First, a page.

“There is nothing in life that could happen to you that is worse than living in fear and self-hate. And the great sadness is that living in fear and self-hate won’t keep what you fear and hate from happening to you. The only difference between the life you are living and the life you want to live is the feeling of being appreciated, loved, and accepted. Unconditionally. So…give it to yourself RIGHT NOW. This is it.”    — Cheri Huber

image: Lyozin Michael

  1. Luisa

    April 7, 2014 at 6:25 am

    Oh man, what a journey you have been on. I am so glad you’re on the path to feeling and getting better. xo

  2. J.Mill

    April 7, 2014 at 6:49 am

    I have been encouraged by your journey. Thanks for being real!

  3. Jamie

    April 7, 2014 at 6:53 am

    Sarah you are amazing no matter the diagnosis or obstacle. I’m hugely relieved that you got the answer on what it is and can be open-minded enough to accept the situation and respond with positivity and proactivity. Keep on trudging, sister! We all love you and support you – sending healing energy and light from Chicago!

  4. Becky

    April 7, 2014 at 7:06 am

    Wow. What a journey. I’m so glad you’re on your way to feelng better. And I’m grateful you shared with all of us. Stories like this help others to be brave, to have hope, and to keep searching for the rainbow after the storm. Having dealt with my own auto-immune disease (ulcerative colitis) for most of my adult life, I can most definitely relate. Hugs to you. And thanks.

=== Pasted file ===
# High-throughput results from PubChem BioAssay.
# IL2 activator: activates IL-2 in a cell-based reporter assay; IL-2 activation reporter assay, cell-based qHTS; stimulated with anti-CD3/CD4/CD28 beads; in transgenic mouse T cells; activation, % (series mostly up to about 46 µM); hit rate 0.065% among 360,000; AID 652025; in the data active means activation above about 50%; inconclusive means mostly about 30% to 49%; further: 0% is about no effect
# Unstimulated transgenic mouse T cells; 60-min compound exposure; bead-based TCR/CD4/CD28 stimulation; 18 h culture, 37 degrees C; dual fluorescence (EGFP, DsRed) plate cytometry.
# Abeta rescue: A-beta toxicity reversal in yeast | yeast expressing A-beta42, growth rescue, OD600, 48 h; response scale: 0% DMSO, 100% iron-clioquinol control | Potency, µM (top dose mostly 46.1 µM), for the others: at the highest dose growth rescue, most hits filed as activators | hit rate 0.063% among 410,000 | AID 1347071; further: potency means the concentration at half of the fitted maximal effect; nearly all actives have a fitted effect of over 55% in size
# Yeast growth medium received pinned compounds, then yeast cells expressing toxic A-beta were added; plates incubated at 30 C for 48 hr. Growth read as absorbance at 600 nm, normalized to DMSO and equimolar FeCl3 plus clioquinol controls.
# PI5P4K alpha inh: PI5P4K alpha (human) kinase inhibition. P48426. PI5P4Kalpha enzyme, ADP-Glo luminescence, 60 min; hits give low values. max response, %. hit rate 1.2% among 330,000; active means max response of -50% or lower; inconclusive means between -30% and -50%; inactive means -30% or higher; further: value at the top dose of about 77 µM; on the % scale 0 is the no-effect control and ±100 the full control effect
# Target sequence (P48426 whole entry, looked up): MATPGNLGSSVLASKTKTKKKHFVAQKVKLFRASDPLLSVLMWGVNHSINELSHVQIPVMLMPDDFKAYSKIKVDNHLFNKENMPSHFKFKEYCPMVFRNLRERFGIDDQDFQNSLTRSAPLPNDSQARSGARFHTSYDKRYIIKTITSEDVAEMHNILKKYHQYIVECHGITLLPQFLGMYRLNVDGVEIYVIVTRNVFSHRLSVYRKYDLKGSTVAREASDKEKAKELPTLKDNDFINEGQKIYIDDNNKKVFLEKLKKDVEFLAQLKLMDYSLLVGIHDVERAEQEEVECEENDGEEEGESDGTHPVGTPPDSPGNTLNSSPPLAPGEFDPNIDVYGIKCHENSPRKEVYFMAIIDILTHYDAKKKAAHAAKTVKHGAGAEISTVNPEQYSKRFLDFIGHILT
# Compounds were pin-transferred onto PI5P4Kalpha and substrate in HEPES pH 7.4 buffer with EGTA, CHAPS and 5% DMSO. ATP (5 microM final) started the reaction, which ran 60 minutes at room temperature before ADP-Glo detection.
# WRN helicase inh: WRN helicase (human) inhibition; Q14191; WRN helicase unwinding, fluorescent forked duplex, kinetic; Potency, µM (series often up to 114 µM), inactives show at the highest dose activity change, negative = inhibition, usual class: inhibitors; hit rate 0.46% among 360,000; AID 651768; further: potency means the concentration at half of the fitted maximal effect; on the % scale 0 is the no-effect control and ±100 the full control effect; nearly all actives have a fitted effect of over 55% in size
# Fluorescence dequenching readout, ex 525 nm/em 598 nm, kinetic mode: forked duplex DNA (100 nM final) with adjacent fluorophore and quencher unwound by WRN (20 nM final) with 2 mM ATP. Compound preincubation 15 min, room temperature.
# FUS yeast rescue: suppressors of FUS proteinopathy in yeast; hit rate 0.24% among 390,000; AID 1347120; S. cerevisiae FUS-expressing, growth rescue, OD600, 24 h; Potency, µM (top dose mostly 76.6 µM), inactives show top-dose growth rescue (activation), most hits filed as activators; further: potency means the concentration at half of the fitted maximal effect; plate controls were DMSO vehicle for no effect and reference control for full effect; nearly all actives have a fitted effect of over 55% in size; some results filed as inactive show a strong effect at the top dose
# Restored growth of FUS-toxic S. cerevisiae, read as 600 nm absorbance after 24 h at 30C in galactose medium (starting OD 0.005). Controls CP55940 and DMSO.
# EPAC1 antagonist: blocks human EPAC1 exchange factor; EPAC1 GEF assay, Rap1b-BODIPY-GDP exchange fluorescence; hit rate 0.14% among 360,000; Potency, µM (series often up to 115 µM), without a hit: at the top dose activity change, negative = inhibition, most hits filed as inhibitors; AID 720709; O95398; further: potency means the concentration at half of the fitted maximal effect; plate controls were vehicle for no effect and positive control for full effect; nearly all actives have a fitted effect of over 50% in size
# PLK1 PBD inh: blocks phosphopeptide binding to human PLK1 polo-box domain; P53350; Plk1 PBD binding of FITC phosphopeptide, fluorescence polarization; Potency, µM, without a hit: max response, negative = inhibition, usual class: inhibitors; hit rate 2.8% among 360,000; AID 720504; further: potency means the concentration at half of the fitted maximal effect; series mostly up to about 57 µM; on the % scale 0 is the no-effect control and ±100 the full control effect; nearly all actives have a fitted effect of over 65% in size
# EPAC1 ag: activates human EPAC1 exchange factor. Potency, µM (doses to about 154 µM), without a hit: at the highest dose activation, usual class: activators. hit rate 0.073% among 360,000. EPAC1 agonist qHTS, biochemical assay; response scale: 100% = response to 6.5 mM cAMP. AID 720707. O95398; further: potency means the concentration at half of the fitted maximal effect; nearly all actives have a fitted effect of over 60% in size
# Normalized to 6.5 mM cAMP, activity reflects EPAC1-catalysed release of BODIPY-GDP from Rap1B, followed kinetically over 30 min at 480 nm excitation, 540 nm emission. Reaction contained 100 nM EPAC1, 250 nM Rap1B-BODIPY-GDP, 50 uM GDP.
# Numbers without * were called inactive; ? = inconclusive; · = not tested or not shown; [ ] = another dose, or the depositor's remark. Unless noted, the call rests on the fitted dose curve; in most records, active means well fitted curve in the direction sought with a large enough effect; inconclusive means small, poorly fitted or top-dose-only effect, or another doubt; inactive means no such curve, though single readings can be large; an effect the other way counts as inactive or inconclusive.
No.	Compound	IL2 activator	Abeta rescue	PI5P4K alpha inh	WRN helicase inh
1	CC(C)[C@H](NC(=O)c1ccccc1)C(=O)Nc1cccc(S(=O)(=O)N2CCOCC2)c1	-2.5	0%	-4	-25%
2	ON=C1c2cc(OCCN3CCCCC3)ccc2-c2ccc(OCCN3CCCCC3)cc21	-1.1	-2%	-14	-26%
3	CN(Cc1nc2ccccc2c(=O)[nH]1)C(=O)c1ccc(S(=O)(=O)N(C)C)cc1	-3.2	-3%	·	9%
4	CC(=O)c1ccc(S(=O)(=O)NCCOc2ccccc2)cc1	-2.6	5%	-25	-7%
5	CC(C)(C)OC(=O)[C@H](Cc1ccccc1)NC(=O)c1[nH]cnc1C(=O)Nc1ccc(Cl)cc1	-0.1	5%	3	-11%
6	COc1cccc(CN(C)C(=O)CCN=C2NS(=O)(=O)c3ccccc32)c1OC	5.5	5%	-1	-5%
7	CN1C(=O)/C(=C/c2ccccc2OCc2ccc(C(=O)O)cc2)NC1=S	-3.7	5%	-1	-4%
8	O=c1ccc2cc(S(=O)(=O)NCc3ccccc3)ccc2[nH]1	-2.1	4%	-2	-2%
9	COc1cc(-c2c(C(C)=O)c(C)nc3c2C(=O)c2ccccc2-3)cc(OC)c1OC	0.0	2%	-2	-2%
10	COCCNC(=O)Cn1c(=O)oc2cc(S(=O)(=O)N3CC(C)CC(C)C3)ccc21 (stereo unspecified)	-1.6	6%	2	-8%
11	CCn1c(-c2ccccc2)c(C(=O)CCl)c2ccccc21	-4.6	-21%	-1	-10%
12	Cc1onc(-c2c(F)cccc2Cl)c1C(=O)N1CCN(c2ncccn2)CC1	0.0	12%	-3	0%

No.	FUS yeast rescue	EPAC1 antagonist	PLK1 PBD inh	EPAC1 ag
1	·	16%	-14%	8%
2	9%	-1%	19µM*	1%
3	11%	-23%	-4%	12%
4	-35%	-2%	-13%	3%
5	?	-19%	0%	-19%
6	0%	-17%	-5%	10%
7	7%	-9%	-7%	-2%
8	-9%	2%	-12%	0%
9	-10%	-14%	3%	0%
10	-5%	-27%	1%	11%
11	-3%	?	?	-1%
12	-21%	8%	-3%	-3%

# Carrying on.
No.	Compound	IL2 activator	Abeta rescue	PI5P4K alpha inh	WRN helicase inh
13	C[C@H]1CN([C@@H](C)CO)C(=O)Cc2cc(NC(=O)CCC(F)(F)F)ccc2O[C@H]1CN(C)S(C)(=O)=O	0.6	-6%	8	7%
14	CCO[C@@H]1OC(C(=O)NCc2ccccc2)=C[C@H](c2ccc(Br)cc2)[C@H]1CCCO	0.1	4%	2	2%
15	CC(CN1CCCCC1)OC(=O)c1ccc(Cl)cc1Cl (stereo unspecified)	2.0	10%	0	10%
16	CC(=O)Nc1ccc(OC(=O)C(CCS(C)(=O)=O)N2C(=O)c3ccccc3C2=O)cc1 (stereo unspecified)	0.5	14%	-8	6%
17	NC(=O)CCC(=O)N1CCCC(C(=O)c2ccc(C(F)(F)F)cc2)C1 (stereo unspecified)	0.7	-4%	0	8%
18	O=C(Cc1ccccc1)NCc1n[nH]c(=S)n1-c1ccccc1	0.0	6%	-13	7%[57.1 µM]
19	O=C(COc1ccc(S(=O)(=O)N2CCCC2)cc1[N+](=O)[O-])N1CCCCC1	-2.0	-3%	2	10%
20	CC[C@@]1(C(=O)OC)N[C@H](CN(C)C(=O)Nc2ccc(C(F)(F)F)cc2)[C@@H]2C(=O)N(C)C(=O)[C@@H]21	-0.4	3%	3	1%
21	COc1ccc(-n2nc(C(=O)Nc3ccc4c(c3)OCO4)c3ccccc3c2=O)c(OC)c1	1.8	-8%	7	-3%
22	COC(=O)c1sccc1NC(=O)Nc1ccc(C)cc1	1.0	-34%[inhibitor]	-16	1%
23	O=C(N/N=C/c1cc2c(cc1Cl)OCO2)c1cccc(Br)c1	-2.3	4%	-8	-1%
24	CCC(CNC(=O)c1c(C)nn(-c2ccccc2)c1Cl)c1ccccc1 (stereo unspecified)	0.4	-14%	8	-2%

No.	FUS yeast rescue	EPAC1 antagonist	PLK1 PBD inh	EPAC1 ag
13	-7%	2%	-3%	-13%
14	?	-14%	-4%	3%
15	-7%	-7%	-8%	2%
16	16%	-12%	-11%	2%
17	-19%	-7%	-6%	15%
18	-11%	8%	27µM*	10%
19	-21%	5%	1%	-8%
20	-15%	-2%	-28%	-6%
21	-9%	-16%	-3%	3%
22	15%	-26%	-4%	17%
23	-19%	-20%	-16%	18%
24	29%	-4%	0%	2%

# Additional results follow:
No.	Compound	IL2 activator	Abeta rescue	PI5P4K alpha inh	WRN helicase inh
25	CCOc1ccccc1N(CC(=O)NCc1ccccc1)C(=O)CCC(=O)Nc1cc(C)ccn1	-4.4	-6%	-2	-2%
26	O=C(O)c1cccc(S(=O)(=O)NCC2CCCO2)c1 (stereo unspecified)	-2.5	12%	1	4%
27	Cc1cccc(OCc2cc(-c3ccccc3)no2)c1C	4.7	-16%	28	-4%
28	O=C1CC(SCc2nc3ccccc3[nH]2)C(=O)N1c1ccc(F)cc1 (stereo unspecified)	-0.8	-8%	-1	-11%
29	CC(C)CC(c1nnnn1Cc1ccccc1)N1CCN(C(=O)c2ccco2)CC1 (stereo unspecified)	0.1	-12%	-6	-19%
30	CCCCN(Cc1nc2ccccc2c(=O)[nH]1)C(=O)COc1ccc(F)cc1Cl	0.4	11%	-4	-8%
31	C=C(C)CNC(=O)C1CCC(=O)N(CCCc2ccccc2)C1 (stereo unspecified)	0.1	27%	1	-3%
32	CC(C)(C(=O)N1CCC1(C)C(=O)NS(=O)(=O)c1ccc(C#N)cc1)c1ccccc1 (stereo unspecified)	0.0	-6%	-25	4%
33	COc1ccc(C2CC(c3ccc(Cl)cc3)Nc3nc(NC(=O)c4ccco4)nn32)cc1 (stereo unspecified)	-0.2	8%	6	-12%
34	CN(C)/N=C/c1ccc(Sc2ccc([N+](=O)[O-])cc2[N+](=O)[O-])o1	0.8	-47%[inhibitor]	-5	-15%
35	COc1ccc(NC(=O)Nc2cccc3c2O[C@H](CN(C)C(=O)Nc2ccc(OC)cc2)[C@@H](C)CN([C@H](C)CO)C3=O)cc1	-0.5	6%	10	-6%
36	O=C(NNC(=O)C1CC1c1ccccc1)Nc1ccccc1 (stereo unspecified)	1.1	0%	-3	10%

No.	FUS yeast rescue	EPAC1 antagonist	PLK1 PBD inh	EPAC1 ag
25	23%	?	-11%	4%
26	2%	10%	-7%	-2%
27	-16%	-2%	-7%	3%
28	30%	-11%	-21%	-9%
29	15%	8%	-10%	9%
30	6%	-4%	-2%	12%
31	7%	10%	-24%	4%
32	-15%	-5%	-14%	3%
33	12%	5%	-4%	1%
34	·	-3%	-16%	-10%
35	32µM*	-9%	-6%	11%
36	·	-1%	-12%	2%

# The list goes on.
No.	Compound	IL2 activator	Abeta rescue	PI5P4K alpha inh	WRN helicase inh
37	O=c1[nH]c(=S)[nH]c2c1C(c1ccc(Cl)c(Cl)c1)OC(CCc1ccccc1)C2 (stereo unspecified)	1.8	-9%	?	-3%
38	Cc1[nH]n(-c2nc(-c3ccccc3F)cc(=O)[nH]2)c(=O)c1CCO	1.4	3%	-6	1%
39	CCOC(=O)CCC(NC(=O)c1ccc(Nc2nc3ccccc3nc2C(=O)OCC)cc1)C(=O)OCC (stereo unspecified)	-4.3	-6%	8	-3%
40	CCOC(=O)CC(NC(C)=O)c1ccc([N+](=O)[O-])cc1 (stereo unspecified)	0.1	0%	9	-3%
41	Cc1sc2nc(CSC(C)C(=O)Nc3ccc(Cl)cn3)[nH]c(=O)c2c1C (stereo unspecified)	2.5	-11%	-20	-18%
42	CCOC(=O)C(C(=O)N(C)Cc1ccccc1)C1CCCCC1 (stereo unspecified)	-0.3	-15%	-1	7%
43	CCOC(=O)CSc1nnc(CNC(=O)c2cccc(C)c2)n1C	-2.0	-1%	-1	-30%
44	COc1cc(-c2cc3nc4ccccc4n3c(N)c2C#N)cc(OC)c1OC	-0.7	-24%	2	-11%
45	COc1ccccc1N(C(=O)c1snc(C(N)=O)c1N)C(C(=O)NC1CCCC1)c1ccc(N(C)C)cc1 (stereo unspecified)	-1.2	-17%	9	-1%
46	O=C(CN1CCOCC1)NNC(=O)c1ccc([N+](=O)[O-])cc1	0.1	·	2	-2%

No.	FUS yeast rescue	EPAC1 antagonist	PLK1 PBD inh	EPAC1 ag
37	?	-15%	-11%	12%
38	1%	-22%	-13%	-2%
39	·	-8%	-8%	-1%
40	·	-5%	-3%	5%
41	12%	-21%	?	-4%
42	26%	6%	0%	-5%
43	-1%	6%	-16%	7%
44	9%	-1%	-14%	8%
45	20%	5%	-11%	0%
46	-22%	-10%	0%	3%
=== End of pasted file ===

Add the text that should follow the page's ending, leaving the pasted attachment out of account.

• whoorl

      April 7, 2014 at 9:17 am

      Becky, I’ve learned so much about auto-immune disease during this period, and I just want to say that I understand what you are going through. I truly believe that true hope in our hearts is what heals us. I hope you continue to forge on with positivity and radiance! You’ve got this! xoxo

      • Kristi

        April 8, 2014 at 7:55 am

        THANK YOU for feeling brave enough to post. I’m thinking about you and I know you will continue to be your cheerful self and overcome this and beat it. (Whether it’s just beating your feelings or the disease… same thing!) I have an auto-immune disease (Crohn’s) and yep, sometimes it kicks your butt. Good luck to you!

  5. jen

    April 7, 2014 at 7:10 am

    Thank you so much for sharing all this Sarah. I’ve been going through my own difficult journey the last several years and it is so encouraging to read your words and be reminded that this isn’t forever and to try to stay positive. So glad you’re finding answers and help.

  6. Roxanna (miguelina)

    April 7, 2014 at 7:12 am

    Big hugs to you, from your sister in woo-woo. I am happy to see you coming back, stronger than ever. XO

  7. Meredith

    April 7, 2014 at 7:14 am

    I can’t imagine the strength it took to write this post, but thank you for doing it. Thank you, thank you.

  8. Meghan @ Life Refocused

    April 7, 2014 at 7:15 am

    Thank you, Sarah, for sharing your story. I agree wholeheartedly that we connect to people’s honesty and struggle, not just the shiny-happy-good stuff. So thank you for the authenticity. And for reminding all of us that we ALL struggle. And that we do come through the other side. So glad you have, too.

  9. Jen

    April 7, 2014 at 7:21 am